REVIEW: The Limits of Control
In one of the first scenes of Jim Jarmusch’s THE LIMITS OF CONTROL, a translator is asked to translate something so enigmatic as to border on the laughable. Instead of simply rattling off a workable translation, he pauses, turns to his translatee, and stonily asks, “You want me to translate that? I don’t fucking get it.” And that, in the smallest of possible nutshells, is THE LIMITS OF CONTROL.
THE LIMITS OF CONTROL is a cyclical experience. So much of the film rests on the near-silent performance of Jarmusch regular Isaach De Bankole as he goes through same action after same action. The only time his Lone Man puts more than four words together is when ordering his espressos (two in separate cups, always two in separate cups) from a woefully confused Spanish waiter. Beyond that, he’s all restrained action and one- or two-word answers.
Much has been made of these repetitions of certain acts - the espressos, tai chi every morning, not sleeping at night, barely speaking - as the marquee “limits of control,” but there is more to these acts. Lone Man’s routine serves to be lulling, approximating a sense of security for the audience. De Bankole’s immersion in the routines becomes so complete that the film takes on a distinct feeling – as if Lone Man is, simply, the only man in the world. Everything else and everyone else is just blank background.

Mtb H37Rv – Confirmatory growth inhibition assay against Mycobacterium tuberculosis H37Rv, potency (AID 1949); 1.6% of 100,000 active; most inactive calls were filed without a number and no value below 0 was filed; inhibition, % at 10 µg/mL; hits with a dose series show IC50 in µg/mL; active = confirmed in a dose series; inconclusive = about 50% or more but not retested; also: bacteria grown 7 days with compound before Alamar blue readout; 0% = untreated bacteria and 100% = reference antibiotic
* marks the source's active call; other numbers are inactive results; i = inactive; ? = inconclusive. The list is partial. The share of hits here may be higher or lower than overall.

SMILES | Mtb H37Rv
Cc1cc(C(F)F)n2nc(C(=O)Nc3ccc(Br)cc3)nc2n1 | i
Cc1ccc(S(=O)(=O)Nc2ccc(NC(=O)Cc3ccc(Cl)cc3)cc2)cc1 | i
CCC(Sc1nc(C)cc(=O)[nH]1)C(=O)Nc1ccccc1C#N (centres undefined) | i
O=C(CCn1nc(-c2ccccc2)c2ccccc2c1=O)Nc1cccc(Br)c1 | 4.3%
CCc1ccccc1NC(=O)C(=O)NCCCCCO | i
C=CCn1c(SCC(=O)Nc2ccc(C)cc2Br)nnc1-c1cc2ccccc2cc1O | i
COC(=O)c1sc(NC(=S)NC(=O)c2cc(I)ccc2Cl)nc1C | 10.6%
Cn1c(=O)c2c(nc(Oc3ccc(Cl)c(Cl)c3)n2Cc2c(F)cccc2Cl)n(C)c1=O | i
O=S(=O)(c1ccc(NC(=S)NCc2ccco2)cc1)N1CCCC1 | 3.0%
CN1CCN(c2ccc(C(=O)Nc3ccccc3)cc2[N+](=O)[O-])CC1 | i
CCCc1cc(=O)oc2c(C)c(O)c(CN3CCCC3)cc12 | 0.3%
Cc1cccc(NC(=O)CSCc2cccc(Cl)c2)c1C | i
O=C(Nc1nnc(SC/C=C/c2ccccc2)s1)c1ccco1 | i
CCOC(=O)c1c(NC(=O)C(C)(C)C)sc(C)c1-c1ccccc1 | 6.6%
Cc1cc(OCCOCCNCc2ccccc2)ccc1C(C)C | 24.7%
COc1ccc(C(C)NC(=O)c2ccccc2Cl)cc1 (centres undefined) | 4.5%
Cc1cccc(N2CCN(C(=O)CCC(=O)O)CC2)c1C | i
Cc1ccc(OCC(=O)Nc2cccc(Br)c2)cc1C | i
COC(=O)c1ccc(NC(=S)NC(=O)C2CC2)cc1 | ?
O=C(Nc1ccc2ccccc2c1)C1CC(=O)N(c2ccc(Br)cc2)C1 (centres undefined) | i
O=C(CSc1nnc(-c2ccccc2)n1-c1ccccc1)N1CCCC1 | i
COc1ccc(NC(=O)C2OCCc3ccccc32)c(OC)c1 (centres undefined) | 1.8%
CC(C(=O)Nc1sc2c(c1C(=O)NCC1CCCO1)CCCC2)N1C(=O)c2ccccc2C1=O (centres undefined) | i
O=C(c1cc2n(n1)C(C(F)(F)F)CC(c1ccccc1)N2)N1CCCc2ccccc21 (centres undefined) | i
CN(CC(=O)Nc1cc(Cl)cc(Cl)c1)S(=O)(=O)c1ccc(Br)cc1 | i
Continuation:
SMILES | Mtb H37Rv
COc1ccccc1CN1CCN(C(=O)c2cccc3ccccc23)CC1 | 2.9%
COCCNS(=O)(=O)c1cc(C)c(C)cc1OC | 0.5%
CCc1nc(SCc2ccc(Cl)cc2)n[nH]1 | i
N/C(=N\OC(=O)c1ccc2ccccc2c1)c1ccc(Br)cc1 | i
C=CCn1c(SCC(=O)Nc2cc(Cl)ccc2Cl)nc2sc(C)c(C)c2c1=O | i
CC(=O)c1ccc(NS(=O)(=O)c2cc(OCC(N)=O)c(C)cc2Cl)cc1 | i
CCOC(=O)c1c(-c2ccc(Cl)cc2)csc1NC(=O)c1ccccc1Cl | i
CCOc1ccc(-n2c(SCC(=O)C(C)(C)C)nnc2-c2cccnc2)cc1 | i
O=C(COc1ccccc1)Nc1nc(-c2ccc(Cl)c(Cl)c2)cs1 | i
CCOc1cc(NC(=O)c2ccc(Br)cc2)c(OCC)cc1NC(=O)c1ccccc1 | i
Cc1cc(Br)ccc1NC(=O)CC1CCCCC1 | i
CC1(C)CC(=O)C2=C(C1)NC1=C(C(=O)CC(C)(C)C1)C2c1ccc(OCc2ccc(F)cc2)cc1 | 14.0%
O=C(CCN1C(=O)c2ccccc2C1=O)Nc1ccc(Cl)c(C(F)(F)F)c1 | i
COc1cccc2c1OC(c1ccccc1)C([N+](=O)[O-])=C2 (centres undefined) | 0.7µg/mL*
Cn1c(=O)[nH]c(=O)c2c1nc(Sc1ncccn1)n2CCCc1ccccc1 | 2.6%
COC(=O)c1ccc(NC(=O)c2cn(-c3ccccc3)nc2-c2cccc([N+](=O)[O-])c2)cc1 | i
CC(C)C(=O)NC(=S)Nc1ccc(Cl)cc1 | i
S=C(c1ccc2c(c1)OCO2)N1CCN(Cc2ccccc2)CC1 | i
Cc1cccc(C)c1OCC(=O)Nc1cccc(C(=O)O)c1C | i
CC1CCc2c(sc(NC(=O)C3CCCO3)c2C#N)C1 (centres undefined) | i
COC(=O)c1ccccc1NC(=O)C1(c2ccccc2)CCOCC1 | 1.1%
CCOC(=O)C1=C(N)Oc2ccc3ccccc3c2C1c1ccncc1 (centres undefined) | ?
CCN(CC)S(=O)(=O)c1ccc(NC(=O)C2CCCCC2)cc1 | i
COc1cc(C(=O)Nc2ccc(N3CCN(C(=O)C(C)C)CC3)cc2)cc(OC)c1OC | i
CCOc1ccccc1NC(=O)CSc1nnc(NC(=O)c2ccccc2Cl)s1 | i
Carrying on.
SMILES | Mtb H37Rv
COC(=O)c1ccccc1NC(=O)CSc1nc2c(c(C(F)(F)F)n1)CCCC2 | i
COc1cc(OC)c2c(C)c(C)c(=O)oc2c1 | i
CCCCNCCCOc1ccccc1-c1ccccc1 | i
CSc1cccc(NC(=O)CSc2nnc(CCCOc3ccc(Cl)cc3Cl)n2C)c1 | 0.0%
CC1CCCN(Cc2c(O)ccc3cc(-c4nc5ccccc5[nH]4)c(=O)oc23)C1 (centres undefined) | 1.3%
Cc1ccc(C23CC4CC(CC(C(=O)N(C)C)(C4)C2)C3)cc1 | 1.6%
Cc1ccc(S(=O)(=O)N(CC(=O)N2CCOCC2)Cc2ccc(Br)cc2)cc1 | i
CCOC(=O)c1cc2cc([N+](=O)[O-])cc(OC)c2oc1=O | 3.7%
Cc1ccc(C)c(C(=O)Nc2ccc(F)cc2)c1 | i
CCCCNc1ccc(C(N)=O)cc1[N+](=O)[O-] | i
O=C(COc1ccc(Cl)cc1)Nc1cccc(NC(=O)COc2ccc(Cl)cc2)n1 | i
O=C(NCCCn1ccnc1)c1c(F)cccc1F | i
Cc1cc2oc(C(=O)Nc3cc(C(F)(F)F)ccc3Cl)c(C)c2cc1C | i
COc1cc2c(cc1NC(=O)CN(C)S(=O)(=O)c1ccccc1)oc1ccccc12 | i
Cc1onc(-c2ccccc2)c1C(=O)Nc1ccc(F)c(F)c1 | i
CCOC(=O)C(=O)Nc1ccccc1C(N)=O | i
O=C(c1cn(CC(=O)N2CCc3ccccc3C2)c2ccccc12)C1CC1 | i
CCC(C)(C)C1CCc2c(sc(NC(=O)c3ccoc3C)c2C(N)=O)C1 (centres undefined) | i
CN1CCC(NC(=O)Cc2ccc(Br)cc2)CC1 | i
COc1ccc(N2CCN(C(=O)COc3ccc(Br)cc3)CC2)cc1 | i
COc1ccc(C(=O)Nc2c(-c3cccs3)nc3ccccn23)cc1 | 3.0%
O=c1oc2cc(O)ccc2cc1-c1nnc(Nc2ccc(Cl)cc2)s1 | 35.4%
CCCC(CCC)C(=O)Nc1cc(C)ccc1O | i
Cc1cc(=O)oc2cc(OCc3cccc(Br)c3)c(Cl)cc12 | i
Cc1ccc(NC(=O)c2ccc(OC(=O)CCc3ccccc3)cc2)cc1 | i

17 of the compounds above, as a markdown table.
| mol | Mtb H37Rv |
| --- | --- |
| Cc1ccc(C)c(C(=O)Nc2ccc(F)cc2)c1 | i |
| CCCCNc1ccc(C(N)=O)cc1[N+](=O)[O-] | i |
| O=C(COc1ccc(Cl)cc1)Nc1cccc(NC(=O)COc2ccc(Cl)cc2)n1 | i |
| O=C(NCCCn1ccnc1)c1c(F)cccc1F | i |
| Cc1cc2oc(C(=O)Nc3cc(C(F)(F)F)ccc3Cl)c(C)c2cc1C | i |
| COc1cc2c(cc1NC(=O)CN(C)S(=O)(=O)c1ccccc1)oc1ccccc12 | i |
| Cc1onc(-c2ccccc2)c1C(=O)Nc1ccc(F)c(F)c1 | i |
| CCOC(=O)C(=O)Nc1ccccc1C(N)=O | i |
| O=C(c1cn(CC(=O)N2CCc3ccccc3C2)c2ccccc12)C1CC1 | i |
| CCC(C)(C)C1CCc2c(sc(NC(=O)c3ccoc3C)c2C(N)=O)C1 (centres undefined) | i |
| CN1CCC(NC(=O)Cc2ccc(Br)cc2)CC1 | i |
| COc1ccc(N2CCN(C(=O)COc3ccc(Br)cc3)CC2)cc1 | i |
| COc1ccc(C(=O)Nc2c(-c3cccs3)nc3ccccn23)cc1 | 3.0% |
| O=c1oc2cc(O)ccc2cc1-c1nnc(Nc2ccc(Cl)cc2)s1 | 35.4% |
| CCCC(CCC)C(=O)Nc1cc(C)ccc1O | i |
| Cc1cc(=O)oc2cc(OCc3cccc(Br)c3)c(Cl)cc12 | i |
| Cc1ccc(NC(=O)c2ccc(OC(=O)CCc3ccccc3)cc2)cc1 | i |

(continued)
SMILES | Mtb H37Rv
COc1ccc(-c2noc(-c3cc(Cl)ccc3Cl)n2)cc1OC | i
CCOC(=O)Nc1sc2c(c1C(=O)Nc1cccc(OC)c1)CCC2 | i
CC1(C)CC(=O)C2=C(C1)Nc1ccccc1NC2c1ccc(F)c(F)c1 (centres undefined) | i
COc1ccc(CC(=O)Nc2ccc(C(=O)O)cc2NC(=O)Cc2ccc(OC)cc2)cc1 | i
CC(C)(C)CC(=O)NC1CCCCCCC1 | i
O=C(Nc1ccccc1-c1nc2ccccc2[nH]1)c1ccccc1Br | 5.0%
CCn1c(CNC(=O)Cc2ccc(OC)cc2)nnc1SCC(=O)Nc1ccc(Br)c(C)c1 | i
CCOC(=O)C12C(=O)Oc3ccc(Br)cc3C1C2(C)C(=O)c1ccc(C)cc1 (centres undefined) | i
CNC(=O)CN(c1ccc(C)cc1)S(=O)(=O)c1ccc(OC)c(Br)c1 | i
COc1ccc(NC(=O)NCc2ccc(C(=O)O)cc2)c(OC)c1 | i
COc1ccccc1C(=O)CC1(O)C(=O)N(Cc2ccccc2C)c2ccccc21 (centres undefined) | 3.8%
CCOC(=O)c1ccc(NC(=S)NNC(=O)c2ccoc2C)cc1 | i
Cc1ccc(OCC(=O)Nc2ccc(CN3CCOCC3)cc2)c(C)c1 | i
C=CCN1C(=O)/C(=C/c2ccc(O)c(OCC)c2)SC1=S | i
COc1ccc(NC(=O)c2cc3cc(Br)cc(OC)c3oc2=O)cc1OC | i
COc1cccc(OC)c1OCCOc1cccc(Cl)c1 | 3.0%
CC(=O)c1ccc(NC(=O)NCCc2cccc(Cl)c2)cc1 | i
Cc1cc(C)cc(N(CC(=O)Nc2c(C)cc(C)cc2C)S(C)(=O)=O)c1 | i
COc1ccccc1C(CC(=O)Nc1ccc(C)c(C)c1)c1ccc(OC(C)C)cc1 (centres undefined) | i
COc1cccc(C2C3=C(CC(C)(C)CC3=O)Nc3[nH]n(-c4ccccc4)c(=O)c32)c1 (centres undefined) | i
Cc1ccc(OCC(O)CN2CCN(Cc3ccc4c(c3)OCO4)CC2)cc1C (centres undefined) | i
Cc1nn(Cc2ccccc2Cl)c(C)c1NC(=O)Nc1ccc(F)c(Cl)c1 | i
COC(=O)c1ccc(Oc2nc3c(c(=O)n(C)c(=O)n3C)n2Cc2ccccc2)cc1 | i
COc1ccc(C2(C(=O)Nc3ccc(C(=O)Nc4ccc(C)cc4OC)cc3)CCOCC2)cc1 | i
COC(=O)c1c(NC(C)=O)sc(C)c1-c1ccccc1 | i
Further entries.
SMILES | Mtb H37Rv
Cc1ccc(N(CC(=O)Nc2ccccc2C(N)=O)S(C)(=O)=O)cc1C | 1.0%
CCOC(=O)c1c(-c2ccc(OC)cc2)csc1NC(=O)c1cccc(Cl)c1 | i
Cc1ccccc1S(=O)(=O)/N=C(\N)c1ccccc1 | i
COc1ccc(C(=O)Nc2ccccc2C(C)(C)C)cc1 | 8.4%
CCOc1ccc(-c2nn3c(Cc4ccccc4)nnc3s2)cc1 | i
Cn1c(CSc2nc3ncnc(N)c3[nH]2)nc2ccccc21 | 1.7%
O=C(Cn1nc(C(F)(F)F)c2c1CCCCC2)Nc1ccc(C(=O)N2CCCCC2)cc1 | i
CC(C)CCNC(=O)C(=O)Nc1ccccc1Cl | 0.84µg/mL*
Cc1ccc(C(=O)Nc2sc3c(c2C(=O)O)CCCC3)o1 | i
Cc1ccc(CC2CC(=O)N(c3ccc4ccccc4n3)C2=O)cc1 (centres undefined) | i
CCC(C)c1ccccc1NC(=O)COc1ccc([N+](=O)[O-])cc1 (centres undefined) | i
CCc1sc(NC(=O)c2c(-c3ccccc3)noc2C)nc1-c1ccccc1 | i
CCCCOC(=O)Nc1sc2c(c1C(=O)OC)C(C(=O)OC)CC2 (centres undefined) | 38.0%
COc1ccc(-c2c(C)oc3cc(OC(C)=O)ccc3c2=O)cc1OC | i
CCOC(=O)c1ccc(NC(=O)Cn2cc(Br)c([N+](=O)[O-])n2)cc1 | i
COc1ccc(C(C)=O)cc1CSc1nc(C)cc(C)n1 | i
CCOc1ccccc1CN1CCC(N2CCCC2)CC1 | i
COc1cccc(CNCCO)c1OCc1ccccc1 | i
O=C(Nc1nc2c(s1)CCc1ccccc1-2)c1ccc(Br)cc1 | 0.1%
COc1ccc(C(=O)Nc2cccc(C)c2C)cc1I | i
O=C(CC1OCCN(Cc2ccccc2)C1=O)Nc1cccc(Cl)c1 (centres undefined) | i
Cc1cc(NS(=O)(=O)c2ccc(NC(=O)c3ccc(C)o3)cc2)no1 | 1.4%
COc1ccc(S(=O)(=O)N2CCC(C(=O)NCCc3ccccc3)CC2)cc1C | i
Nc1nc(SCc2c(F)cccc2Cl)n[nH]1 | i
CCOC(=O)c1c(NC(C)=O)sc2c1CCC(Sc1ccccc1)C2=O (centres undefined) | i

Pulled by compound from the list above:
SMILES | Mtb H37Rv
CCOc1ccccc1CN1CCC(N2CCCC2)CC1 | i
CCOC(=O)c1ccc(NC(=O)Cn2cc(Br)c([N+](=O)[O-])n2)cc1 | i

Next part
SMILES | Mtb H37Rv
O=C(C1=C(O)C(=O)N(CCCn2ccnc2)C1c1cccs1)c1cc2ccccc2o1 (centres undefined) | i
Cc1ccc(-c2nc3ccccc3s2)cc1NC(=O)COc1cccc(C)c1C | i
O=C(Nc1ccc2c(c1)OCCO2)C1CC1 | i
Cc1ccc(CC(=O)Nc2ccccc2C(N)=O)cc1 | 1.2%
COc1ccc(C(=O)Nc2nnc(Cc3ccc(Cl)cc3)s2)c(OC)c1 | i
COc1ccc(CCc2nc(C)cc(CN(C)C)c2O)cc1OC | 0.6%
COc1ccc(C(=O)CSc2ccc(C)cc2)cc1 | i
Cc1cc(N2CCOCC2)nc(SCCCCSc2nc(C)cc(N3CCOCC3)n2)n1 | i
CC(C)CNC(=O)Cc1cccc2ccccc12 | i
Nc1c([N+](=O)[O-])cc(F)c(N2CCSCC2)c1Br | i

Eventually, though, his ceaseless routines turn funny, the life of an assassin seems comically boring, the waiting and the exasperating code words and the inevitable exchange of instructions in matchboxes. Lone Man dutifully swallows his coded squares of paper and calmly proceeds onward, waiting for the next cell in this operation to come hurtling at him from nowhere – Paz de la Huerta slinking around him in a clear raincoat and nothing else, Tilda Swinton dancing through a courtyard in an amusing blonde wig, John Hurt toddling across cobblestones holding an ancient guitar.
Swinton’s Blonde wants to talk to Lone Man about films, as other characters will want to talk to him about music and molecules and sex. She wants to talk about Hitchcock and Welles, and then she wants to talk about how some of her favorite scenes in movies are when characters just sit, not saying a word. And then Lone Man and Blonde just sit, not saying a word. And it’s moments like this where THE LIMITS OF CONTROL succeeds – when we all know we’re watching a film and yet it’s still worth watching. It’s when Jarmusch gets too caught up in the cycling and the repetition, a bit too in love with his own powers of control, that the film starts to falter, when those less hardy viewers may choose to check out permanently.
But those who stick around will be rewarded. After over an hour of the lulling of routine, something goes wrong for Lone Man. You get the feeling that this is not the first time things have gone wrong for him, but maybe it’s the first time in a long time. This is when things begin to unravel, derailing what could have been and should have been an easy job. That’s when THE LIMITS OF CONTROL hits its stride, when even the faintest cracks are in seen in Lone Man’s façade, when we finally realize exactly what Lone Man is up against, and also, naturally, when Bill Murray comes into our lives, all “fucks” and a bad toupee. It’s these last thirty or so minutes that make THE LIMITS OF CONTROL so worth watching – it’s the aftermath of when certain limits are reached.